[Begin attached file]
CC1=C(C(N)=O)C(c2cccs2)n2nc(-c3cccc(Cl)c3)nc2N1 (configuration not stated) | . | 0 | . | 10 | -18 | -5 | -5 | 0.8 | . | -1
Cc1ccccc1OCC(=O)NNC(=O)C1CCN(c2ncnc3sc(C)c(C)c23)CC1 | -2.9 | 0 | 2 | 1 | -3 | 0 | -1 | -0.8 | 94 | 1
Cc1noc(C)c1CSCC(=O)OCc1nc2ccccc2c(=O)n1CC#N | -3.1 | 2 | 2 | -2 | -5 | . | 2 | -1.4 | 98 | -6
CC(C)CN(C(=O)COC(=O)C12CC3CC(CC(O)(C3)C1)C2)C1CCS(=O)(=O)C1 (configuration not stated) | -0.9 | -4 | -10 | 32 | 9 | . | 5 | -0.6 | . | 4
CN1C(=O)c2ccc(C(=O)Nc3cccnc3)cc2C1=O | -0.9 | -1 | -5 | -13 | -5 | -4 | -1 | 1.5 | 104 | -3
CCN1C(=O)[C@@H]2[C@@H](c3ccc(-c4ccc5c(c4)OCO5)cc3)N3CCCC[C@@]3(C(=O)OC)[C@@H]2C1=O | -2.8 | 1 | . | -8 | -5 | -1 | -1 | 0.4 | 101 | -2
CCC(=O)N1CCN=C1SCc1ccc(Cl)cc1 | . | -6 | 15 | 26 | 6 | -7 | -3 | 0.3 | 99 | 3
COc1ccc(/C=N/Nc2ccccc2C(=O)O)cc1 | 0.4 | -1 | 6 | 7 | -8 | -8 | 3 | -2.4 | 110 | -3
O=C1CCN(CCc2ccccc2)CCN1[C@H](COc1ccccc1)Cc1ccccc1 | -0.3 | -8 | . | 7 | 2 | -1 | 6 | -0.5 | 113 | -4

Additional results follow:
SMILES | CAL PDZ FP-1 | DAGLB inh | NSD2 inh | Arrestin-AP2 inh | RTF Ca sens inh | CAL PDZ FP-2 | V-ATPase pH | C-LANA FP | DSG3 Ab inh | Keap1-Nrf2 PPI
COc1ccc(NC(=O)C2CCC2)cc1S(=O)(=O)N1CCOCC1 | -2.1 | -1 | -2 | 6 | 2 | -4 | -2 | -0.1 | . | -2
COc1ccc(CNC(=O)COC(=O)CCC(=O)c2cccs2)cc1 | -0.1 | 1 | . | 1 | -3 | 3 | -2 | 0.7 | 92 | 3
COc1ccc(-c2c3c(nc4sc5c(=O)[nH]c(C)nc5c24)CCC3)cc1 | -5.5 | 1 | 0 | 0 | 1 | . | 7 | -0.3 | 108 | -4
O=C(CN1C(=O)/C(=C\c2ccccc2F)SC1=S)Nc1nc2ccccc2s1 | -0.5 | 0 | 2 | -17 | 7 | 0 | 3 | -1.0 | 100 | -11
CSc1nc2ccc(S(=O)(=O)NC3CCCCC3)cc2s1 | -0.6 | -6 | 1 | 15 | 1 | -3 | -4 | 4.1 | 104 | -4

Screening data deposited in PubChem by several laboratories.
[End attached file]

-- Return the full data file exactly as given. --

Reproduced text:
CC1=C(C(N)=O)C(c2cccs2)n2nc(-c3cccc(Cl)c3)nc2N1 (configuration not stated) | . | 0 | . | 10 | -18 | -5 | -5 | 0.8 | . | -1
Cc1ccccc1OCC(=O)NNC(=O)C1CCN(c2ncnc3sc(C)c(C)c23)CC1 | -2.9 | 0 | 2 | 1 | -3 | 0 | -1 | -0.8 | 94 | 1
Cc1noc(C)c1CSCC(=O)OCc1nc2ccccc2c(=O)n1CC#N | -3.1 | 2 | 2 | -2 | -5 | . | 2 | -1.4 | 98 | -6
CC(C)CN(C(=O)COC(=O)C12CC3CC(CC(O)(C3)C1)C2)C1CCS(=O)(=O)C1 (configuration not stated) | -0.9 | -4 | -10 | 32 | 9 | . | 5 | -0.6 | . | 4
CN1C(=O)c2ccc(C(=O)Nc3cccnc3)cc2C1=O | -0.9 | -1 | -5 | -13 | -5 | -4 | -1 | 1.5 | 104 | -3
CCN1C(=O)[C@@H]2[C@@H](c3ccc(-c4ccc5c(c4)OCO5)cc3)N3CCCC[C@@]3(C(=O)OC)[C@@H]2C1=O | -2.8 | 1 | . | -8 | -5 | -1 | -1 | 0.4 | 101 | -2
CCC(=O)N1CCN=C1SCc1ccc(Cl)cc1 | . | -6 | 15 | 26 | 6 | -7 | -3 | 0.3 | 99 | 3
COc1ccc(/C=N/Nc2ccccc2C(=O)O)cc1 | 0.4 | -1 | 6 | 7 | -8 | -8 | 3 | -2.4 | 110 | -3
O=C1CCN(CCc2ccccc2)CCN1[C@H](COc1ccccc1)Cc1ccccc1 | -0.3 | -8 | . | 7 | 2 | -1 | 6 | -0.5 | 113 | -4

Additional results follow:
SMILES | CAL PDZ FP-1 | DAGLB inh | NSD2 inh | Arrestin-AP2 inh | RTF Ca sens inh | CAL PDZ FP-2 | V-ATPase pH | C-LANA FP | DSG3 Ab inh | Keap1-Nrf2 PPI
COc1ccc(NC(=O)C2CCC2)cc1S(=O)(=O)N1CCOCC1 | -2.1 | -1 | -2 | 6 | 2 | -4 | -2 | -0.1 | . | -2
COc1ccc(CNC(=O)COC(=O)CCC(=O)c2cccs2)cc1 | -0.1 | 1 | . | 1 | -3 | 3 | -2 | 0.7 | 92 | 3
COc1ccc(-c2c3c(nc4sc5c(=O)[nH]c(C)nc5c24)CCC3)cc1 | -5.5 | 1 | 0 | 0 | 1 | . | 7 | -0.3 | 108 | -4
O=C(CN1C(=O)/C(=C\c2ccccc2F)SC1=S)Nc1nc2ccccc2s1 | -0.5 | 0 | 2 | -17 | 7 | 0 | 3 | -1.0 | 100 | -11
CSc1nc2ccc(S(=O)(=O)NC3CCCCC3)cc2s1 | -0.6 | -6 | 1 | 15 | 1 | -3 | -4 | 4.1 | 104 | -4

Screening data deposited in PubChem by several laboratories.